Quality of life-The mean quality of life in the intervention groups was
0.18 standard deviations higher
(0.05 lower to 0.42 higher)
-510
(4 studies)
⊕⊝⊝⊝
very low1,3,4

Conversion to open cholecystectomy17 per 100012 per 1000
(3 to 40)
RR 0.68
(0.19 to 2.35)
581
(5 studies)
⊕⊝⊝⊝
very low1,2,3

Operating timeThe mean operating time in the control groups was
56 minutes
The mean operating time in the intervention groups was
14.44 higher
(5.95 to 22.93 higher)
-855
(9 studies)
⊕⊝⊝⊝
very low1,5

Hospital stayThe mean hospital stay in the control groups was
2 days
The mean hospital stay in the intervention groups was
0.01 lower
(0.28 lower to 0.26 higher)
-731
(6 studies)
⊕⊝⊝⊝
very low1,3,5

Proportion discharged as day surgery833 per 1000767 per 1000
(583 to 1000)
RR 0.92
(0.7 to 1.22)
50
(1 study)
⊕⊝⊝⊝
very low1,2,3

Return to normal activityThe mean return to normal activity in the control groups was
6.1 days
The mean return to normal activity in the intervention groups was
1.2 lower
(1.58 lower to 0.81 lower)
-325
(2 studies)
⊕⊝⊝⊝
very low1,3,4

Return to workThe mean return to work in the control groups was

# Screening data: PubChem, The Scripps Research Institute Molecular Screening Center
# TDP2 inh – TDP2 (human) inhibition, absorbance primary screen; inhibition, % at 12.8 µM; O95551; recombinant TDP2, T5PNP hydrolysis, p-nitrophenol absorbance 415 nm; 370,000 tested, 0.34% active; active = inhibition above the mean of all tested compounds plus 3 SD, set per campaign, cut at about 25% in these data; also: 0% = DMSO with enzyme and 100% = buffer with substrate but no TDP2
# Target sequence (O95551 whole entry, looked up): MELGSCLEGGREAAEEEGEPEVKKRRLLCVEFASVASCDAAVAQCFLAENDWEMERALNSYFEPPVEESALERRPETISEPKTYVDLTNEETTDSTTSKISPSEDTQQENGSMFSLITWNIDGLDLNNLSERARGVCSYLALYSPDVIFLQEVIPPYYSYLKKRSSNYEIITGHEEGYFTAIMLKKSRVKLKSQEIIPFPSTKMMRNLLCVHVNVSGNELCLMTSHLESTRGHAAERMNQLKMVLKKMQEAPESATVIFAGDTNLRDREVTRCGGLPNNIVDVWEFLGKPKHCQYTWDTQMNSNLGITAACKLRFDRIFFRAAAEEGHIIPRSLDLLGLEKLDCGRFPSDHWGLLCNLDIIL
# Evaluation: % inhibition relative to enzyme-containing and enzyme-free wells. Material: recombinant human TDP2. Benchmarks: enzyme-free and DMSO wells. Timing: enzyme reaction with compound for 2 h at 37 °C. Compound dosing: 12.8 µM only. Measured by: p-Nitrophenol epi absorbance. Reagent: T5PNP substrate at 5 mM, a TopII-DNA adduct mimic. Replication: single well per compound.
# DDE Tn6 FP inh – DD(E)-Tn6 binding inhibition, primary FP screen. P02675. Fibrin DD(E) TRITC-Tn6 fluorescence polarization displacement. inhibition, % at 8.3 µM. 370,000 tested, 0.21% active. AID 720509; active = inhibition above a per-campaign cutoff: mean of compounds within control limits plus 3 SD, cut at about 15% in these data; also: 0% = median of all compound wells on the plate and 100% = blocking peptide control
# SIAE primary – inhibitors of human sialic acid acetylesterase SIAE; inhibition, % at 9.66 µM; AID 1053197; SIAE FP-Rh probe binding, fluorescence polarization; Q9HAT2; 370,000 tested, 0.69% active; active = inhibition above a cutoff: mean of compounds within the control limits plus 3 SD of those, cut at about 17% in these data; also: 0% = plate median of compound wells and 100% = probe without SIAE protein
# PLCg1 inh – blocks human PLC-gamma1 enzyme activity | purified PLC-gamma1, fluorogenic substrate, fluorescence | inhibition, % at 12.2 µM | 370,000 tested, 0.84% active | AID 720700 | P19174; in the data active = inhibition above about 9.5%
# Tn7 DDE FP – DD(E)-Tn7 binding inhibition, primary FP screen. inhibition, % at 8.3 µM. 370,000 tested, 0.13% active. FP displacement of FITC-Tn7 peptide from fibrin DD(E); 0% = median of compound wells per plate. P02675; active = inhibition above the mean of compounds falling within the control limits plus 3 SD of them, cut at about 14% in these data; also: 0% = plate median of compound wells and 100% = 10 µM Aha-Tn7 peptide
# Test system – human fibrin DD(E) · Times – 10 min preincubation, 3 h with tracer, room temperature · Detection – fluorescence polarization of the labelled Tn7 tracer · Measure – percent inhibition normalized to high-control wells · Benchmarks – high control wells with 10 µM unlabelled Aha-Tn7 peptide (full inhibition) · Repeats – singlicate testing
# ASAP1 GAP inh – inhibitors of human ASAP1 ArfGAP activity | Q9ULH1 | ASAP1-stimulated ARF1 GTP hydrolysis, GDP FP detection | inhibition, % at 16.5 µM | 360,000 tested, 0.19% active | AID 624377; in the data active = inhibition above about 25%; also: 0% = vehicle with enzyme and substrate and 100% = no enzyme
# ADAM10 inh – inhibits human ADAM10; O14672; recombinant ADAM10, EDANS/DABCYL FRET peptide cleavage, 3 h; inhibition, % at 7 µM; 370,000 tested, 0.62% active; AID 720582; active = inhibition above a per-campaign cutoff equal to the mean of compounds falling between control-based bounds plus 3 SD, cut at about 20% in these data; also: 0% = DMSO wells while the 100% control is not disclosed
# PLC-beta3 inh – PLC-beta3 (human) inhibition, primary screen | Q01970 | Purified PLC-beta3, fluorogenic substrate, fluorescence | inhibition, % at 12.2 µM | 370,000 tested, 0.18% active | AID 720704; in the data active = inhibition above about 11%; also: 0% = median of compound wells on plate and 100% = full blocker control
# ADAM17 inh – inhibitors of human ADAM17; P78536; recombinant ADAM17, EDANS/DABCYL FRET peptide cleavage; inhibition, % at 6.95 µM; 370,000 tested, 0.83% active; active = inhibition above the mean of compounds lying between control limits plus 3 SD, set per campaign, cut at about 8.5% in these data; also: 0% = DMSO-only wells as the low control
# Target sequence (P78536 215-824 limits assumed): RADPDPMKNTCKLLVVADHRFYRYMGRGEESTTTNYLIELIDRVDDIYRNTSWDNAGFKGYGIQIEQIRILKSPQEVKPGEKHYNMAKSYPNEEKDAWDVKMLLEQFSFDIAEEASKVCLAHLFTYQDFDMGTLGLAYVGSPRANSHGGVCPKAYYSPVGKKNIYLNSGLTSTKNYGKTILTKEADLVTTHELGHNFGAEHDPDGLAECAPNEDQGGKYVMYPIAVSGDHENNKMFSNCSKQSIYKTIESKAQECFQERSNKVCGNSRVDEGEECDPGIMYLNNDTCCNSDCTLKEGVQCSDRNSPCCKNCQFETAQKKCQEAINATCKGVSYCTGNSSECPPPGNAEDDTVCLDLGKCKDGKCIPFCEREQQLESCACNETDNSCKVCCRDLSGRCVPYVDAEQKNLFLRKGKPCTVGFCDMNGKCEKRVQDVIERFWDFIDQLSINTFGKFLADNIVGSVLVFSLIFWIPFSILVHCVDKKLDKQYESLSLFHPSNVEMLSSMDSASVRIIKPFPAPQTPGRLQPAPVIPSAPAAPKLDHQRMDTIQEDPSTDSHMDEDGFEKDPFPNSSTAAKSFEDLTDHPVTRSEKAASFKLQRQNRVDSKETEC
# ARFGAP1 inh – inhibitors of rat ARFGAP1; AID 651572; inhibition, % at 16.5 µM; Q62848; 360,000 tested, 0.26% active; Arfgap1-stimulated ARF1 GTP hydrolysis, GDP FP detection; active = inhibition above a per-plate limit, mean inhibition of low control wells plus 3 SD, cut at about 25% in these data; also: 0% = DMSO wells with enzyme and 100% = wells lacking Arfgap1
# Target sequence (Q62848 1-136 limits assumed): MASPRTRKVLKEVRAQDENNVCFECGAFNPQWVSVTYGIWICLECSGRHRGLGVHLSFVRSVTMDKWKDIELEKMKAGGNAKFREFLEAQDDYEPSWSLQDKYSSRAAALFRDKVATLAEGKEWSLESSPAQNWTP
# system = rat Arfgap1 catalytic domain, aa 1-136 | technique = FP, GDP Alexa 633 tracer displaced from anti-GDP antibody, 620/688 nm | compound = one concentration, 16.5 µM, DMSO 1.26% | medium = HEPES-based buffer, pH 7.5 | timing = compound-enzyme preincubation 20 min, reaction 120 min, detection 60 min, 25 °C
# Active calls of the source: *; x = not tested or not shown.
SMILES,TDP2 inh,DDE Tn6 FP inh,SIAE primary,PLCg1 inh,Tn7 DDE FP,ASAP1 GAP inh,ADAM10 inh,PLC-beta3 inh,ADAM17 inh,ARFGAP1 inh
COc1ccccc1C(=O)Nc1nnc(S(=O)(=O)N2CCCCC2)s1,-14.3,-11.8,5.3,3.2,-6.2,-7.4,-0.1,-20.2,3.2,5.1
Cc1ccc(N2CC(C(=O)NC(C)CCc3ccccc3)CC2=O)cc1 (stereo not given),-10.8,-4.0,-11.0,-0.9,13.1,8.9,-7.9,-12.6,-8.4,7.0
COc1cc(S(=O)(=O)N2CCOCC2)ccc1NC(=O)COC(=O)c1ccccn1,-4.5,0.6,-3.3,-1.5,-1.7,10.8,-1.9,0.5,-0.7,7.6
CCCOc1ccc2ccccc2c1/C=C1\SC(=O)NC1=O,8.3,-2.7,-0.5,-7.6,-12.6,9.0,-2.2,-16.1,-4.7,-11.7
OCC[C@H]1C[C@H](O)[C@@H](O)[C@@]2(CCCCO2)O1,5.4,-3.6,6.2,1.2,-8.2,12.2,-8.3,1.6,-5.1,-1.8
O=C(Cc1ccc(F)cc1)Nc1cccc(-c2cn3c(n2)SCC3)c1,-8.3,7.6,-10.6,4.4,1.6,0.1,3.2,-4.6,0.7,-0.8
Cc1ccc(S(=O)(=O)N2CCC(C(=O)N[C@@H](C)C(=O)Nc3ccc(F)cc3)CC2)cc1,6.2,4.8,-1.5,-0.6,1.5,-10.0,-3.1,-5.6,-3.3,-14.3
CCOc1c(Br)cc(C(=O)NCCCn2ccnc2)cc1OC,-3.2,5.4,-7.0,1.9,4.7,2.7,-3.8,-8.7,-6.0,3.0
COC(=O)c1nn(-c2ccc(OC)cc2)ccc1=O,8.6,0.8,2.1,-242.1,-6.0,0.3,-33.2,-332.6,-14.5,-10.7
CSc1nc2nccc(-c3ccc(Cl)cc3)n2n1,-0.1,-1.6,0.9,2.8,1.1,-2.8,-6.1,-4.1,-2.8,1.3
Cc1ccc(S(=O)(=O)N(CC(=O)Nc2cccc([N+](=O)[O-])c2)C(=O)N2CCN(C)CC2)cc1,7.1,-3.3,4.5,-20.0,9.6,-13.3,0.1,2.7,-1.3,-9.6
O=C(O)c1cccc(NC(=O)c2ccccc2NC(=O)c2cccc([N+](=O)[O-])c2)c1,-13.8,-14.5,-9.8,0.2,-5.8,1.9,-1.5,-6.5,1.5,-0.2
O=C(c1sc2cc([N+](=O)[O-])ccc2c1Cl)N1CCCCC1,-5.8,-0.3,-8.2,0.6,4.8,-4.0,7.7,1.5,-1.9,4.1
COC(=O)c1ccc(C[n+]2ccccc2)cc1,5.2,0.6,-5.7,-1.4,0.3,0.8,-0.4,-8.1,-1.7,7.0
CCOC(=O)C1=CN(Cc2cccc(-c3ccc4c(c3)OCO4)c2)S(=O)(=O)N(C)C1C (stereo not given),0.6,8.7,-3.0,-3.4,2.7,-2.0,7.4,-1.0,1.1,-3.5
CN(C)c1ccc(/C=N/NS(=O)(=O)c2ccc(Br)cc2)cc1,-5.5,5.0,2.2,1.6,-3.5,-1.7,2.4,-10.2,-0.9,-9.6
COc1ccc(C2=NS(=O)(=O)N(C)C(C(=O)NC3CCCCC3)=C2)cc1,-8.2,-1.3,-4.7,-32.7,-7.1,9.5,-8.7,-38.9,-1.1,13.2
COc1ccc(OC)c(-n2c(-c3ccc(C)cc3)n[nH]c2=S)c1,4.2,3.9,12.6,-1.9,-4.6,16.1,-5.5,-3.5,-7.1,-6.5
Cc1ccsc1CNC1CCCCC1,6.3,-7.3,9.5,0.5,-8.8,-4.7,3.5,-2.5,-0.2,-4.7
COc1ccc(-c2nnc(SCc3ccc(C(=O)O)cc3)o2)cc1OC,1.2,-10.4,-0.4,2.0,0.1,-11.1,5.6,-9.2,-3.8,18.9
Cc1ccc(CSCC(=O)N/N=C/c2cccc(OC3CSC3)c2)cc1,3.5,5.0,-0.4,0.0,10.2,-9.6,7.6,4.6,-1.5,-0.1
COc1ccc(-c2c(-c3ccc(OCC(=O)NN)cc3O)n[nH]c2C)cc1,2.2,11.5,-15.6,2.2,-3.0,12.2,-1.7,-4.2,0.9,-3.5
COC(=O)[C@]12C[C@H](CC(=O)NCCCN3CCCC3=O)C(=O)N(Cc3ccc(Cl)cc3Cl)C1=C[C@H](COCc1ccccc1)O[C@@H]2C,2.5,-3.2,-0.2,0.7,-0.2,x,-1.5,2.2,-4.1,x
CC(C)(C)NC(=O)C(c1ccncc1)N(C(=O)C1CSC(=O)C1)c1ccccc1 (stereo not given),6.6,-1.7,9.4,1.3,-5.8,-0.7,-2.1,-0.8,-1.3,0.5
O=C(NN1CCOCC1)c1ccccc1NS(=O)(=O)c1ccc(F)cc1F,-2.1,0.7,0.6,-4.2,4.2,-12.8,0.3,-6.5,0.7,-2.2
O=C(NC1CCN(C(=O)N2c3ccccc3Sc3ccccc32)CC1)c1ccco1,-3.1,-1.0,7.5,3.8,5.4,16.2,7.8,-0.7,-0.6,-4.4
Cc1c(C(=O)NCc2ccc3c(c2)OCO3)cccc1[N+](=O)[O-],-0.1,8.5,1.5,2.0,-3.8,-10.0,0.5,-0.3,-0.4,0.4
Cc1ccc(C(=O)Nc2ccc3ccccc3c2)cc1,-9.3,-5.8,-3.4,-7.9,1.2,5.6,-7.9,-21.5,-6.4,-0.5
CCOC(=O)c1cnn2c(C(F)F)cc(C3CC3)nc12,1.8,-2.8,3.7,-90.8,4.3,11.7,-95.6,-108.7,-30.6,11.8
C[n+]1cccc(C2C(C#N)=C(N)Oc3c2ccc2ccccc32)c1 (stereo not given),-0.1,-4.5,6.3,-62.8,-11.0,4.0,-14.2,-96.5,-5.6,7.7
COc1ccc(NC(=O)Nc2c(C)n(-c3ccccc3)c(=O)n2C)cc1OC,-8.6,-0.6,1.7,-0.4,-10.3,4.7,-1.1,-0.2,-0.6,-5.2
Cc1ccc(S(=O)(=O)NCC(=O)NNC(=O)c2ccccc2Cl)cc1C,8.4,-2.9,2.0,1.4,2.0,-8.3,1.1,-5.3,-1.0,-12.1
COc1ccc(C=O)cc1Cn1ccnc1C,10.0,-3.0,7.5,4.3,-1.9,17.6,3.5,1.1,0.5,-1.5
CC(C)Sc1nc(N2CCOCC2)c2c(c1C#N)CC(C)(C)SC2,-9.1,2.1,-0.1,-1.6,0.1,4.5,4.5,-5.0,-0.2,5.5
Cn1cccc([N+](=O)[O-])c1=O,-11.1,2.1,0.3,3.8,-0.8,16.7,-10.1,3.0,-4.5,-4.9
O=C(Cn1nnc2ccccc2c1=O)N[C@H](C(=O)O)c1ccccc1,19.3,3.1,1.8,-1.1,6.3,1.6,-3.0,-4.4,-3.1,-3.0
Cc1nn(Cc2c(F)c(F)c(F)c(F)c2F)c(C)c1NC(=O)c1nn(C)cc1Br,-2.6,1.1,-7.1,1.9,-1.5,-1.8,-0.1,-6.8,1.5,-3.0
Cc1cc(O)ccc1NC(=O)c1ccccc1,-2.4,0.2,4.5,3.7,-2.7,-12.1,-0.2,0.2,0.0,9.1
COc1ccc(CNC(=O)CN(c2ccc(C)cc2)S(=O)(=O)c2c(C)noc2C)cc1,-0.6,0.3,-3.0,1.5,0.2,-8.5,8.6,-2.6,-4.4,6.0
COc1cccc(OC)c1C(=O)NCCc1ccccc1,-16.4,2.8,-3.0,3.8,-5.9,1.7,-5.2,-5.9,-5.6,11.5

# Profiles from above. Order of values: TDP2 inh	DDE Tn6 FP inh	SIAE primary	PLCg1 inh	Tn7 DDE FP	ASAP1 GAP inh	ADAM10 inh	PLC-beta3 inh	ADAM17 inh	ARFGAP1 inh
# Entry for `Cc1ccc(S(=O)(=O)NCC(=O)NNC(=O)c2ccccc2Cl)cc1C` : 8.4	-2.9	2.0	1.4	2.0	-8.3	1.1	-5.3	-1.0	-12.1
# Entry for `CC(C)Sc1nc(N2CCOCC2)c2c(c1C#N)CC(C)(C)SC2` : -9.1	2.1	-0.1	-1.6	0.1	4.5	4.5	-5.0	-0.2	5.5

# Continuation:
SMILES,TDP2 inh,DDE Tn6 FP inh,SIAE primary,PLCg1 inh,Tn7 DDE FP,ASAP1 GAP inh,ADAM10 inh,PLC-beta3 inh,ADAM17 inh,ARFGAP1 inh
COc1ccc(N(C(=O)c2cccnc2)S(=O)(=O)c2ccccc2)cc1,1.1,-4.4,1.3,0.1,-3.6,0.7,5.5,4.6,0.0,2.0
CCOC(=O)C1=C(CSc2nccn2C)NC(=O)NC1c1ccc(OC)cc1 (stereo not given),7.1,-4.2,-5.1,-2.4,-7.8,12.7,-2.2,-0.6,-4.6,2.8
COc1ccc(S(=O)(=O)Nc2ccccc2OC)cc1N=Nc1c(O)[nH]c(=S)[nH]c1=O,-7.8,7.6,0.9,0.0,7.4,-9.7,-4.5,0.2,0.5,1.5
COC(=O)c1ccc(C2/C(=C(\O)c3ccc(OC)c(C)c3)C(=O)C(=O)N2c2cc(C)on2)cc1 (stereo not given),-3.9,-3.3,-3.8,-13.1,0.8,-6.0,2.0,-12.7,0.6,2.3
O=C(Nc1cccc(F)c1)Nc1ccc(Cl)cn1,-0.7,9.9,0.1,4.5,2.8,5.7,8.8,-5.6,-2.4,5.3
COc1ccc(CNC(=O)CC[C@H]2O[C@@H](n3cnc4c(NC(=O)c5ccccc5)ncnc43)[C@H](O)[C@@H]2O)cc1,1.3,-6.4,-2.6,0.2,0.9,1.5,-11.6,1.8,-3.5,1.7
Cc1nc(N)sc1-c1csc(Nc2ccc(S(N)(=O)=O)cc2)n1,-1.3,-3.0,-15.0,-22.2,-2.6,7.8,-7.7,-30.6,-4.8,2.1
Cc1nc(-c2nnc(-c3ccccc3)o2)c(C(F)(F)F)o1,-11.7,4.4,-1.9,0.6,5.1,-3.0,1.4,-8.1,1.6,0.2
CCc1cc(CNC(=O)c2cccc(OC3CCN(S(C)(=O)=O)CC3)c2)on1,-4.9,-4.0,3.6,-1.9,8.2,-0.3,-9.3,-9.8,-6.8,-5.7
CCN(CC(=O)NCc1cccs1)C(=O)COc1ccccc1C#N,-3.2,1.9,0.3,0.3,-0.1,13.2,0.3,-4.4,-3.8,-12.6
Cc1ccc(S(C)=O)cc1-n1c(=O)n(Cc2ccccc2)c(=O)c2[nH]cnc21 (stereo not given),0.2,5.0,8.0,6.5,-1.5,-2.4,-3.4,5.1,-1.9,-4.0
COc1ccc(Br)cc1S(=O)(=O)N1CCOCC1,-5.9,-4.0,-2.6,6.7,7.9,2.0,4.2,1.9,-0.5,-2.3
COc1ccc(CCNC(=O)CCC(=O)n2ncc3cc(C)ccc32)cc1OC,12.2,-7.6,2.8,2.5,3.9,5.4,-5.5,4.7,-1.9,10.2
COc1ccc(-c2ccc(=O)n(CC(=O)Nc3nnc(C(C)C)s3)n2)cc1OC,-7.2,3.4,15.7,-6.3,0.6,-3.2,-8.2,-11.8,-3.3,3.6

12 days
The mean return to work in the intervention groups was
2 lower
(3.31 to 0.69 lower)
-150
(1 study)
⊕⊝⊝⊝
very low1,3

Cosmetic score-The mean cosmetic score in the intervention groups was
0.37 standard deviations higher
(0.1 lower to 0.84 higher)
-317
(2 studies)
⊕⊝⊝⊝
very low3,4

*The basis for the assumed risk was the control group risk across studies in all outcomes other serious adverse events. There were no serious adverse events in the control group and so the information is presented for different control group risks.

The corresponding risk (and its 95% confidence interval) is based on the assumed risk in the comparison group and the relative effect of the intervention (and its 95% CI).
CI: confidence interval; RR: risk ratio.

GRADE Working Group grades of evidence
High quality: Further research is very unlikely to change our confidence in the estimate of effect.
Moderate quality: Further research is likely to have an important impact on our confidence in the estimate of effect and may change the estimate.
Low quality: Further research is very likely to have an important impact on our confidence in the estimate of effect and is likely to change the estimate.
Very low quality: We are very uncertain about the estimate.

 1 The trial(s) was (were) of high risk of bias.
2 The confidence intervals overlapped 1 and either 0.75 or 1.25, or both. The number of events in the intervention and control group was fewer than 300.
3 It was not possible to explore reporting bias because of the few trials included.
4 The confidence intervals overlapped 0 and minimal clinically important difference (one day for hospital stay, return to activity, and return to work; 15 minutes for operating time; and 0.25 standard deviations for quality of life and cosmesis). The total number of participants in the intervention and control group was fewer than 400.
5 There was severe heterogeneity as noted by the I2 statistic and the lack of overlap of confidence intervals.